I applaud the Comic Book Shoppe on Bank Street for standing behind their own safe-space values by refusing to display Card's book. The Shoppe would lose honour, in my eyes, if they continued to promote the works of a man who publicly promotes an attitude of hate towards the GLBTTQ community, when the Shoppe has promoted an attitude of GLBTTQ acceptance. I consider it a matter of ethical consumption for people like myself to choose whether we buy the book or not; but it's an even larger matter of importance for a business like the Shoppe to show ethical cultural stewardship by refusing to promote works created by those who hate and actively promote that hatred. In this era of recessions and hardships, it takes courage to maintain the power of one's convictions even if it means losing out on sales. The Shoppe has shown that there are some things more important that the bottom line.

Ethical consumption is about more than just biodegradability or eco sustainability; it's about choosing to shop from the business that makes the right choices in many other ways, too. The Comic Book Shoppe on Bank Street gets a huge thumbs-up from me today for taking a stand and weathering the backlash. I am prouder than ever that Capital Geek Girls makes our home at the Shoppe.

Tuesday, 12 February 2013

Wonder Geeks Activate! Local art show promises geeky fun.

This post was originally shared on our sister site,

by Jordan Danger


Look out, Ottawa: there’s a nifty, nerdy new art show on the scene that is most definitely not your gramma’s art show. No water colour sunrises and oil paintings of sunflowers, folks; the Wonder Geeks Activate! show promises to be a very cool event to interact with some highly talented young artists. 

Girl, Crafted chatted with Adam Tupper, artist and organizer of the Wonder Geeks Activate! art show, to learn a bit more about what you can expect to see on February 25th ’13, at Zaphod Beeblebrox in Ottawa’s Byward Market. Here’s what Adam shared with us about the show and himself.


Cheetara by Adam Tupper
GC: What is your name?                         
AT: Adam Tupper. There are two middle names too, but I'm not telling. A man has to have some secrets.

GC: What do you do? (Your art, not your day job)
AT: My art is a mixture of four main styles: Super-Women (which is attractive model pinup ladies dressed as superheroes - done in a very realistic style); Fusion Art (combining characters that were never supposed to be together in both costume and art style); Say...Hello Project (Hello Kitty meets everything and anything); and horror (pretty self explanatory - monsters and blood).

GC: How long have you been doing it?
AT: Art in general? Since as long as I can remember. Art as a profession? Since Aug. 2010.

GC: Tell us about your art show: what's it called, where is it, what's it all about?
AT: Wonder Geeks Activate! is an art/music show aimed at geeks and nerds. It happens on February 25th at Zaphod Beeblebrox, 27 York Street in the Market. It's basically just an excuse to get like-minded people together and celebrate geek culture while drinking alcohol.

Curtis Tiegs
GC: Who will be in the show?
AT: Only some of the best local artists around!
Edith Chartier (AKA Silver Lotus - costuming queen and maker of a huge variety of arts and crafts)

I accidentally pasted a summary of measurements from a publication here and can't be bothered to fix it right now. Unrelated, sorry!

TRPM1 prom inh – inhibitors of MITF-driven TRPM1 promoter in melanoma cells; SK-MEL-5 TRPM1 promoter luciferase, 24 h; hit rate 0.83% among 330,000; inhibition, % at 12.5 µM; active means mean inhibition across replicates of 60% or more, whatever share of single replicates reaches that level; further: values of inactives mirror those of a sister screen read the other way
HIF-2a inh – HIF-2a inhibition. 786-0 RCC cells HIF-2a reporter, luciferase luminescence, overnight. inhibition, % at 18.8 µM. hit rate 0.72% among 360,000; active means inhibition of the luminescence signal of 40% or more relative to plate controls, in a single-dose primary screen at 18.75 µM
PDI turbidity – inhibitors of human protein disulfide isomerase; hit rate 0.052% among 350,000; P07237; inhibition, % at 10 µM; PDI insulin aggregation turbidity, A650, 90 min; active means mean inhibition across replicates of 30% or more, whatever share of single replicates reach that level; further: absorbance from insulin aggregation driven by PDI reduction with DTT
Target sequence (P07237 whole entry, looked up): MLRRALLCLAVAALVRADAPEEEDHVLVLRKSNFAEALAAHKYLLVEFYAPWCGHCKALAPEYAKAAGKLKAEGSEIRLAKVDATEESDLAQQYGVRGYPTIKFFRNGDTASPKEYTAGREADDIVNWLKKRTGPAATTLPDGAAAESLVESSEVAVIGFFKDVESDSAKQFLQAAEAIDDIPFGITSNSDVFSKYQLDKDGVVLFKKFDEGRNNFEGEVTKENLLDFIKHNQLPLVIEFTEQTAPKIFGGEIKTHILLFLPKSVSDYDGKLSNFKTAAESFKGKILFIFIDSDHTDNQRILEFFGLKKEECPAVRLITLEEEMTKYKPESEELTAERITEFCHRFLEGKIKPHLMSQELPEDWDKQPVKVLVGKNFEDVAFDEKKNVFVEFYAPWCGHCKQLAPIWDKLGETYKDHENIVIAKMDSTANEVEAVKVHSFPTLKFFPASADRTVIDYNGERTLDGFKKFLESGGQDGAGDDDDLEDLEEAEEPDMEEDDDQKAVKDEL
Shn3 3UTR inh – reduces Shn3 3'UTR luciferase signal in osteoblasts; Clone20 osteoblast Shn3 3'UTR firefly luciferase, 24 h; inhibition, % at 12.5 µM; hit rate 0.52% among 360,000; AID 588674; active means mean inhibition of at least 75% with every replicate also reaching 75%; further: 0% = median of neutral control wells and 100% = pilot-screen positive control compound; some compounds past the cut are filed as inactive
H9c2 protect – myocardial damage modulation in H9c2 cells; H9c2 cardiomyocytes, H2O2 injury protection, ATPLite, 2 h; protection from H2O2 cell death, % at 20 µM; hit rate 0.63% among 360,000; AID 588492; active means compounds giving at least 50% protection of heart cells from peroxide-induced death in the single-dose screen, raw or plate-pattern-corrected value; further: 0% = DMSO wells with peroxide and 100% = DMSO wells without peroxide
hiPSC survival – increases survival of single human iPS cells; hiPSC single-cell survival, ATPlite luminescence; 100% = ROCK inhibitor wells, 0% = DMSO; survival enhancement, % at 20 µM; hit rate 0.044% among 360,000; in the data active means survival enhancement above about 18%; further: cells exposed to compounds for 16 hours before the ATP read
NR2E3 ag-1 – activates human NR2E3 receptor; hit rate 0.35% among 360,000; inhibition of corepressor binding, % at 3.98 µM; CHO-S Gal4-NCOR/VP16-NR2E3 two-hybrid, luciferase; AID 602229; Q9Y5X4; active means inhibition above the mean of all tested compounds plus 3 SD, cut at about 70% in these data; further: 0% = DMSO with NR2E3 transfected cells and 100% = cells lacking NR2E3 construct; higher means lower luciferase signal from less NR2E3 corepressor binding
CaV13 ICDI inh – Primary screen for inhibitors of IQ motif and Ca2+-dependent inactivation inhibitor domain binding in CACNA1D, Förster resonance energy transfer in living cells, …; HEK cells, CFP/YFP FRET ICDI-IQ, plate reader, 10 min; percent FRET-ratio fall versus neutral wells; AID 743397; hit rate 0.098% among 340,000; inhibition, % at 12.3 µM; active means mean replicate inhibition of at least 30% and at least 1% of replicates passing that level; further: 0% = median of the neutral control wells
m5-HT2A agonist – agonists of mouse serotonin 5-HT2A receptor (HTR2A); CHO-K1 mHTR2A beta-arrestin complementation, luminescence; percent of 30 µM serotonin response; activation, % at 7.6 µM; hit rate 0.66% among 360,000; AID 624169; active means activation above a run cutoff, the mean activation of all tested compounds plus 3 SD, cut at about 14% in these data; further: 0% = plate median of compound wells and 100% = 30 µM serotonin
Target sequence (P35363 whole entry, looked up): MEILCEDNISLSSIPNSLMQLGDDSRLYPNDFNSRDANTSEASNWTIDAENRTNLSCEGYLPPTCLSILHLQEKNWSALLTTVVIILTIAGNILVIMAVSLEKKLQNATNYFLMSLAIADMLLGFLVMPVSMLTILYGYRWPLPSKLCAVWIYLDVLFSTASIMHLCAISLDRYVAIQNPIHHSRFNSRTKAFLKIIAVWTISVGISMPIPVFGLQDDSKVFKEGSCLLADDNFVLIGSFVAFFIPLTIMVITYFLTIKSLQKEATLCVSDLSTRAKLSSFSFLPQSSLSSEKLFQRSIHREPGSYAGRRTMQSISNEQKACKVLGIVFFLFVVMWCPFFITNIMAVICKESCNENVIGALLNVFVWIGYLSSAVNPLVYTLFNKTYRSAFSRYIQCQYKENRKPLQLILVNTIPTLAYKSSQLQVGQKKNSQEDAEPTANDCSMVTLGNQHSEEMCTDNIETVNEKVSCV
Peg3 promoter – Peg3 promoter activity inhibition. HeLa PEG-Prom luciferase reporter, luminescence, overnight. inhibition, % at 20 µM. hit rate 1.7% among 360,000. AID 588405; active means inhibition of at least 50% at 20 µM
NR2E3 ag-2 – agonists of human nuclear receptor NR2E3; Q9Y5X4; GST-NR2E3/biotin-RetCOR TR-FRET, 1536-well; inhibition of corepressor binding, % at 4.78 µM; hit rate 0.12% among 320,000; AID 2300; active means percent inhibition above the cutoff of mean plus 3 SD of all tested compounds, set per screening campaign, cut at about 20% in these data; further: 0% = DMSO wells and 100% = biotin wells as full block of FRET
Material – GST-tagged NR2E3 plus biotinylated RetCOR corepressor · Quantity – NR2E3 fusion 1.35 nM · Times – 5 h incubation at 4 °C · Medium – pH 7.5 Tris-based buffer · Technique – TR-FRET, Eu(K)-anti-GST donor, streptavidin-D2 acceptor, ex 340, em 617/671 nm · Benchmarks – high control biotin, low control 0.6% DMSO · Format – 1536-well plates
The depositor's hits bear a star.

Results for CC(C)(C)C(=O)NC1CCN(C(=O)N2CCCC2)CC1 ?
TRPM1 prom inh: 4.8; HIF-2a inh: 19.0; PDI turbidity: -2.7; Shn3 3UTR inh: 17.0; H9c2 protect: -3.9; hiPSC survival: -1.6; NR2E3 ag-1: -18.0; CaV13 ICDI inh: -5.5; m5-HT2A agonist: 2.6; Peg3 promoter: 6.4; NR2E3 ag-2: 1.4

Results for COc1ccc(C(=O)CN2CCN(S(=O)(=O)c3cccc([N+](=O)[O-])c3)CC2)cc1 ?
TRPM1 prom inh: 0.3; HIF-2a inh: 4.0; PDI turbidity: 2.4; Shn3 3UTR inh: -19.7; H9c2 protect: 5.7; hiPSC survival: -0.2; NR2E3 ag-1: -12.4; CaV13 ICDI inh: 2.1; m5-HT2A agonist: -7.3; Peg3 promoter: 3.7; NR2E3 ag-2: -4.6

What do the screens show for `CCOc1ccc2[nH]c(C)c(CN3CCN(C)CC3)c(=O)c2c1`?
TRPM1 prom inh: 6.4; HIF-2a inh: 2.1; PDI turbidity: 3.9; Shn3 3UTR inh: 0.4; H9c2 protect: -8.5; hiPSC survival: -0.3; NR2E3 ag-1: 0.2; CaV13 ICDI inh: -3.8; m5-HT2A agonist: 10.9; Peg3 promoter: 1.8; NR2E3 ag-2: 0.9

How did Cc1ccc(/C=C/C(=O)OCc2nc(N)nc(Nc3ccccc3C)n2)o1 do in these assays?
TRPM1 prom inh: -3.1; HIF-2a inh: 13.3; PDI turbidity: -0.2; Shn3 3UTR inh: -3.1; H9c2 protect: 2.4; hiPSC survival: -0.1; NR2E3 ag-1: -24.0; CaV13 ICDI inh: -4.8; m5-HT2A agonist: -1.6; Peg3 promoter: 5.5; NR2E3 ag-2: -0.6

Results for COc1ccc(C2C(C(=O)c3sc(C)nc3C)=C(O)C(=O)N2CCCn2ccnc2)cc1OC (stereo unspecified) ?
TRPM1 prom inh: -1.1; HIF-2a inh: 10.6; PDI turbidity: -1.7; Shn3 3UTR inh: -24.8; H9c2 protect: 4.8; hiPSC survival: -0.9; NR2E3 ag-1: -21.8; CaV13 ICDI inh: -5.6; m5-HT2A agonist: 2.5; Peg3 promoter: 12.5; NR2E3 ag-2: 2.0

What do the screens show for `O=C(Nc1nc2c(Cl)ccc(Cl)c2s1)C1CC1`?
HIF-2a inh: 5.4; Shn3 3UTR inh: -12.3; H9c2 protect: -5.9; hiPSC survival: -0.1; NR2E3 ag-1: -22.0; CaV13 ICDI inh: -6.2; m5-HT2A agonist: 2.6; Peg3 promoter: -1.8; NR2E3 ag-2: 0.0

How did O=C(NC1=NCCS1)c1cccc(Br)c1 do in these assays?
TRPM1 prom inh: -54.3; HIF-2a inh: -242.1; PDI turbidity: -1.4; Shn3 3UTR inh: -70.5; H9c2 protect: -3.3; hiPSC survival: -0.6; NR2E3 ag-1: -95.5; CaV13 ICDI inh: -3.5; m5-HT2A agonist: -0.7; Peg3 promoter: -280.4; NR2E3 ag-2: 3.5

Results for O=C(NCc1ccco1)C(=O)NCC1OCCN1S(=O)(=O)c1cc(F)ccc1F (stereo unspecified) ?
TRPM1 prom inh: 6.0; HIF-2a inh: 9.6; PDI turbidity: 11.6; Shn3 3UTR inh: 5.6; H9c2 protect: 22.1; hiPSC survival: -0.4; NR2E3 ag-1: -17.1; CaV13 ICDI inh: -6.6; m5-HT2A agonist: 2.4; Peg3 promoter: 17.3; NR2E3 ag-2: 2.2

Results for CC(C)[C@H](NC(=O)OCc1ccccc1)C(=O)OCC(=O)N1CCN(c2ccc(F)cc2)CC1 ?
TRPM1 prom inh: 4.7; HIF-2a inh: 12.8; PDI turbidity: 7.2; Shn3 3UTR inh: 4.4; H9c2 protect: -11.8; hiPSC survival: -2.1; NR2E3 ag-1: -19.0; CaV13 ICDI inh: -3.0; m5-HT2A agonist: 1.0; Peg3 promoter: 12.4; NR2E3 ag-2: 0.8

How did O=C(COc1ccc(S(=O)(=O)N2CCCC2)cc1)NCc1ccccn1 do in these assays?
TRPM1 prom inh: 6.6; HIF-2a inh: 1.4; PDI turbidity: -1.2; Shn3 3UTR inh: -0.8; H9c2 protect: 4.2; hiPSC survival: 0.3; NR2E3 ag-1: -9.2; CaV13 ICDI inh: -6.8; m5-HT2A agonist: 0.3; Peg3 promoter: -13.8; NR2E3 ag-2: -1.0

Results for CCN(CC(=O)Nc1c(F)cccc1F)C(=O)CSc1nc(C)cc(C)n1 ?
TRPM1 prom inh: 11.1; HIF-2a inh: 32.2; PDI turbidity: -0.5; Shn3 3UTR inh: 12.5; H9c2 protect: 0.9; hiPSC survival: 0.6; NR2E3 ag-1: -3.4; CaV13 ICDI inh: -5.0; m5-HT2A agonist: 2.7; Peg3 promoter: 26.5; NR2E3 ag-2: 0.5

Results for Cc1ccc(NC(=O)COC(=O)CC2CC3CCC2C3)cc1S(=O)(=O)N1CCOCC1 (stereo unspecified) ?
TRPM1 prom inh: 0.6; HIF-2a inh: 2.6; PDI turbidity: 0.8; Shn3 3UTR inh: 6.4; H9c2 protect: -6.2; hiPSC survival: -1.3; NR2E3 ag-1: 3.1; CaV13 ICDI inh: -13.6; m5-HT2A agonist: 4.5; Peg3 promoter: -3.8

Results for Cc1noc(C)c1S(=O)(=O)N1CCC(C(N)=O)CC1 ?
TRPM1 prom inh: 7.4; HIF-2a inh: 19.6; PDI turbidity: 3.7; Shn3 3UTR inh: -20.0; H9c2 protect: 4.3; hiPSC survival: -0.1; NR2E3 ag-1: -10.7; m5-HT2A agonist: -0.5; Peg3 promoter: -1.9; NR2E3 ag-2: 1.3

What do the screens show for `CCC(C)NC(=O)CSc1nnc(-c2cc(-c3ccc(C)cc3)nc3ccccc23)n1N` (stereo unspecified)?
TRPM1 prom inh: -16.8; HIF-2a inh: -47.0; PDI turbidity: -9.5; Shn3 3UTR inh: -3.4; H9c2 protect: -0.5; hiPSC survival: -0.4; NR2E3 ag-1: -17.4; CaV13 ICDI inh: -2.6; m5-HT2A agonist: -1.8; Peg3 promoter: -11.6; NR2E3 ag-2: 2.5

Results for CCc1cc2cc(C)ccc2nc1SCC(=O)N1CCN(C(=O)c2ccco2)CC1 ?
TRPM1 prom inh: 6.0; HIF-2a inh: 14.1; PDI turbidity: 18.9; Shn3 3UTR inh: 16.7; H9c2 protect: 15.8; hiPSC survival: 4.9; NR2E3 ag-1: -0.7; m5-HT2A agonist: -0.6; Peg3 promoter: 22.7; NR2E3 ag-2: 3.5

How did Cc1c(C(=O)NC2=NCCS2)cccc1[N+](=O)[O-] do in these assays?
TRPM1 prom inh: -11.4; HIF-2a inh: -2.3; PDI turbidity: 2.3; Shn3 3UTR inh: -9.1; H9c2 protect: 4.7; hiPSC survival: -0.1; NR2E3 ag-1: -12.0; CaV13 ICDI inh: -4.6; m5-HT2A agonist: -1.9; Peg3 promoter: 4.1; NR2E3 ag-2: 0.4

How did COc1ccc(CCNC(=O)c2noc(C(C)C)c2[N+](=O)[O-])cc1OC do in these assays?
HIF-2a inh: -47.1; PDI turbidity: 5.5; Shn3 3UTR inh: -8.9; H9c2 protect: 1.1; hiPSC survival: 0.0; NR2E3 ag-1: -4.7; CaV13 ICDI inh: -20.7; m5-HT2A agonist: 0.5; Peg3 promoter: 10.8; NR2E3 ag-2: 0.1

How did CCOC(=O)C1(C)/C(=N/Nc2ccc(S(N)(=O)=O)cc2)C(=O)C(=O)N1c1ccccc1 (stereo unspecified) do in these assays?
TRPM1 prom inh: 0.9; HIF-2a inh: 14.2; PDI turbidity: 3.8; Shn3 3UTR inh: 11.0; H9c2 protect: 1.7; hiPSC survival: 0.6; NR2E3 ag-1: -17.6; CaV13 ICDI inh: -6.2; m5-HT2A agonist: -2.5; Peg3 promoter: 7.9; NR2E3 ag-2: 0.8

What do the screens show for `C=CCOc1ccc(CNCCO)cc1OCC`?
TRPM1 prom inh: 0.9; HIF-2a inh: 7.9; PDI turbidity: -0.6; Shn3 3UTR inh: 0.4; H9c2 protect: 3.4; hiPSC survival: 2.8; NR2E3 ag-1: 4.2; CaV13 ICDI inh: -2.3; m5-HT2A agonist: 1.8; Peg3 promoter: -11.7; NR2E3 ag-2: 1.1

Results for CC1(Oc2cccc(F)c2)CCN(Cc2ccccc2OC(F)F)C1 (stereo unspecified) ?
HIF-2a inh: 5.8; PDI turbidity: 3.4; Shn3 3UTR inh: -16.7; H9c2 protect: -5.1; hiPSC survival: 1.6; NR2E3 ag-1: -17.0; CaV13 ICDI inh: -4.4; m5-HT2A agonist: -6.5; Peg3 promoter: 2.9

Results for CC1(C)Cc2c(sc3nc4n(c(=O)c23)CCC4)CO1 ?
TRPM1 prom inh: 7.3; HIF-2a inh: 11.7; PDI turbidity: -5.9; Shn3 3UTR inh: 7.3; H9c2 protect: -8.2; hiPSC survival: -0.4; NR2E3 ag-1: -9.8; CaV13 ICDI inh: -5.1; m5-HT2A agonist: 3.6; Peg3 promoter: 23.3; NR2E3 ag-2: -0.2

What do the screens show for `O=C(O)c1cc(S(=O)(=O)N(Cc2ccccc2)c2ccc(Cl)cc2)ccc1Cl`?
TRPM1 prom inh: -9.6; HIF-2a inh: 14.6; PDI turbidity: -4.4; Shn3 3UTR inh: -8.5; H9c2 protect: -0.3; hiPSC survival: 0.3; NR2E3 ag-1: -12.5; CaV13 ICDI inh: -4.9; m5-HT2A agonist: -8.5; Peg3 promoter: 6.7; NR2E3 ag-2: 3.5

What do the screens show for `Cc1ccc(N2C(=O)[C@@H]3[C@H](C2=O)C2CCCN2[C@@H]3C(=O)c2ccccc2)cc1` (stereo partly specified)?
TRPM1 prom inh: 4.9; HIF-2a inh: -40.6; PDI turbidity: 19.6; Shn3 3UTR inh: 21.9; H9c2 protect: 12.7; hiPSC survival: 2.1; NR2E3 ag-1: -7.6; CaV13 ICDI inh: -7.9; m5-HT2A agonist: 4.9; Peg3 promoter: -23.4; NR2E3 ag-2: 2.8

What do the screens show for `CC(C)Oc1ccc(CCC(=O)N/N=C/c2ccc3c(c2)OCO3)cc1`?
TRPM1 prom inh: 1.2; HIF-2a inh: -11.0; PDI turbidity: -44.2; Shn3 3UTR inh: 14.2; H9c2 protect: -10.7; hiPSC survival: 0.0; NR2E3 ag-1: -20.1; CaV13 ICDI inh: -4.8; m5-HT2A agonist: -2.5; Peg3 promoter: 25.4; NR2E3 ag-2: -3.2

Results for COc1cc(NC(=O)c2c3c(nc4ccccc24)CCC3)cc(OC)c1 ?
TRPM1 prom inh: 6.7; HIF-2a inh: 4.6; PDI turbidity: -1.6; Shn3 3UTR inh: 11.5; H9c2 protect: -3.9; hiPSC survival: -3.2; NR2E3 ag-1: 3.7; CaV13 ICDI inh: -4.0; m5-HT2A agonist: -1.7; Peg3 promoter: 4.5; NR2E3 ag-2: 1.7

Morgan Dunbar (AKA Geek Charming - she of t-shirts, accessories and creator of our logo)
Cherry Valance (local artist/model/awesome person)
Staja Artists Collective (Buttons, art, MAGIC!)
Curtis Tiegs (Artist, man who works with famous people on comic books)
Mirror Comics (Local comic book company, kings of industry)
Darren Bird (Creator of art, owner of awesome hair)
Lissa Huddlestone (New Artist, very eager)
Jordan Richer (Artist/Photographer/Evil Genius)
Choleena DiTullio (Mixed media artist, loves paper).
Oh and me [Adam Tupper]. I'm there too. Probably in a vest.

GC: Why did you want to put this show on?
AT:  I wanted to do an art show with my friends and other members of the geek and nerd community because I think there's a lot of talented people here who aren't getting the attention they deserve. We focus so much on so-called "high art" here in the city that it's important to showcase all artists working in all genres. I also wanted to do something for the local genre community which is just massive. There should be more local geeky/nerdy events in Ottawa and I'm hoping people get behind this event so we can do them with greater frequency.
Edith Chartier/Silver Lotus

GC: What kind of stuff do you think we'll see at the show? What'll the price range be like?
AT: I've worked with most of these artists before so you're going to see quite a wide variety of work. We have comic book style art, cartooning, hyper-realism, pixel art, paper art, mashup art, photography, jewellery, buttons, actual comics for sale, small prints, big prints, originals,'s really a mix of everything. Prices should range from $1-$2 for small items all the way into the hundreds for original artwork. All the artists will have items for sale that are in and around $5-$10 so attendees will have no problem finding some fantastic affordable art.

GC: Is there anything else happening during the show? (performances, drinks, etc)
AT: We'll be having some live videogaming happening with some professional players button-mashing on some old-school systems. We should also have cartoons and anime playing on some of the TVs at Zaphods. Maybe if we're all lucky we'll also have some costumed guests show up.

Geek Charming
GC: Where can people go to learn more?
AT: Our Facebook page:
Related Posts Plugin for WordPress, Blogger...